As new cases of COVID-19 are being reported in Colorado, public health officials on Thursday expressed optimism that the state’s microbial growth spurt has peaked, but warned that the virus remains widespread and hospitalizations are rising. still very large.
The percentage of positive test results and the number of new cases have been declining for about a week, although it is not clear if hospitalizations are starting to decline, state epidemiologist Dr. Rachel Herlihy said at a briefing on Thursday.
“At this point, I really believe we’re seeing a real decline in cases in this state,” Herlihy said, adding that she’s “cautiously optimistic that we’ve turned the corner with our omicron surge.”
The virus appears to be receding in mountain resort communities and the Denver area, she said, though cases are still on the rise in Pueblo, El Paso and Mesa counties.
“We are seeing improvements,” Herlihy said. “But of course those numbers are still very high.”
As of Thursday afternoon, 1,641 people were hospitalized across the state with confirmed COVID-19. That’s a slight improvement, as hospitalizations hovered between 1,650 and 1,675 for much of the past week. But it’s too early to tell if the plateau is on a downward trend, Herlihy said.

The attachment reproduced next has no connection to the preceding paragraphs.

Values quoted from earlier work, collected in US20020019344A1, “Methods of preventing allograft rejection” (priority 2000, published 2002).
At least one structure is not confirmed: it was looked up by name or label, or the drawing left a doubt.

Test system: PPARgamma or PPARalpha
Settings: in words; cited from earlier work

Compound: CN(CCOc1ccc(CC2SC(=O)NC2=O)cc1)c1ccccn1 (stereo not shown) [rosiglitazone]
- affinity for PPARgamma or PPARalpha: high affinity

The number of available hospital beds has increased slightly in recent days, said Scott Bookman, the state’s head of COVID-19 response. Over the past week, an average of 93% of general beds and 92% of ICU beds have been occupied.
“I think we have a history of cautious optimism,” he said.
Late last week, a trade group representing Colorado emergency room physicians asked Gov. Jared Polis to activate anti-crisis standards that would protect them from liability if they are unable to provide optimal care due to their facilities being overwhelmed.
Bookman acknowledged that emergency rooms have “been hit hard in the last few weeks” and asked the public not to increase their workload by visiting hospitals looking for COVID-19 tests. The state is working with a transfer center to transfer patients to facilities with more beds and staff, he said, adding that the current trajectory of the virus should bring relief in a few weeks.
Some people speculate that the overwhelming spread of omicrons could lead to the end of the pandemic, but it’s not clear if that’s the case, Herlihy said. More options may emerge in the future, she said, and it’s unclear how long the immunity will last.
“I wish my crystal ball was cleaner here,” she said.